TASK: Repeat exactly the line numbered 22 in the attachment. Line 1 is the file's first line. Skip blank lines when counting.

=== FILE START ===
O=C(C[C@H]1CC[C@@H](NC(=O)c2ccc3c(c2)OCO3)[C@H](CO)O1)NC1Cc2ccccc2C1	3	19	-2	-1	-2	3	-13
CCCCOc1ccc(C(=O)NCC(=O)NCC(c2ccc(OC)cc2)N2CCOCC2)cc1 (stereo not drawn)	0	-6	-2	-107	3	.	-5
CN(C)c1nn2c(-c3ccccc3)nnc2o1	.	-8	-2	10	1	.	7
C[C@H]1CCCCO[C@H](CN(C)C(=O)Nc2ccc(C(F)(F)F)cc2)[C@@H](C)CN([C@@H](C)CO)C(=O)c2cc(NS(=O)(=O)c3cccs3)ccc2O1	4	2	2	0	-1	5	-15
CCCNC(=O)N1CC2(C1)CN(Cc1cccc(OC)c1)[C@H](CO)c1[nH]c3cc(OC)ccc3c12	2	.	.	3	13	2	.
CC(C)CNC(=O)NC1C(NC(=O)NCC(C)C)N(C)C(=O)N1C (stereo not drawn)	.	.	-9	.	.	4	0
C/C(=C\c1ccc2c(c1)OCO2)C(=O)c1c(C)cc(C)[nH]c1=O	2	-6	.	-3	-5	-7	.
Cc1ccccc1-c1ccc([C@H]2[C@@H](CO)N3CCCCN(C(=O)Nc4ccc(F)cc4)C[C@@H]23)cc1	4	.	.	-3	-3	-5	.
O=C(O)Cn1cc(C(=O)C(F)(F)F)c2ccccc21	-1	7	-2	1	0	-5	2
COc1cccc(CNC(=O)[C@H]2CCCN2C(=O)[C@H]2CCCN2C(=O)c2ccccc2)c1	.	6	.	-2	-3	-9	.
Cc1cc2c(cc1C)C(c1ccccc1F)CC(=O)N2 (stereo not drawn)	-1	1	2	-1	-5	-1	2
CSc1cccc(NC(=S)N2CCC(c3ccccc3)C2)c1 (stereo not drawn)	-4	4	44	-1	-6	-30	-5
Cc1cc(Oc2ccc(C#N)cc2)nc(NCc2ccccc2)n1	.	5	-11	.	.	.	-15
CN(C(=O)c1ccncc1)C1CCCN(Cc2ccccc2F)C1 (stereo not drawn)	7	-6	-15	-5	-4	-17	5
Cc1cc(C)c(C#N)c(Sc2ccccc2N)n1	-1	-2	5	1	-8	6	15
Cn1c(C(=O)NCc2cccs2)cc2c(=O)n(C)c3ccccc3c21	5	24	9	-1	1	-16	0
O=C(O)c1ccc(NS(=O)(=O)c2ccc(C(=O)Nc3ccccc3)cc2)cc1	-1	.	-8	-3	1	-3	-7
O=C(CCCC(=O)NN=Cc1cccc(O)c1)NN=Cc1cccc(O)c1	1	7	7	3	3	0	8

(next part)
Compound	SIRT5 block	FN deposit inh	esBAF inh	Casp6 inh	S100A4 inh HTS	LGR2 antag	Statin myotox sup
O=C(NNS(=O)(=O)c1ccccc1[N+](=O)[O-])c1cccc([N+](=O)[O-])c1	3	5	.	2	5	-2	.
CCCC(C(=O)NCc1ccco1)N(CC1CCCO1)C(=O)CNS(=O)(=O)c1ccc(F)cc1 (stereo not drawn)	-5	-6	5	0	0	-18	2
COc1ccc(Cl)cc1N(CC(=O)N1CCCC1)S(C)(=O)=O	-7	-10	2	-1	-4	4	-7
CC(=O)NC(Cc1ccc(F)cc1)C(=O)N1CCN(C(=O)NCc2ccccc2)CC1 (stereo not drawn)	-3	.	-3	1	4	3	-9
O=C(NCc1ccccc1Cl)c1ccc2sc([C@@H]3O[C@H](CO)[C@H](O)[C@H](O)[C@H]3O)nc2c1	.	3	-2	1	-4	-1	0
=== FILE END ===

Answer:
CCCC(C(=O)NCc1ccco1)N(CC1CCCO1)C(=O)CNS(=O)(=O)c1ccc(F)cc1 (stereo not drawn)	-5	-6	5	0	0	-18	2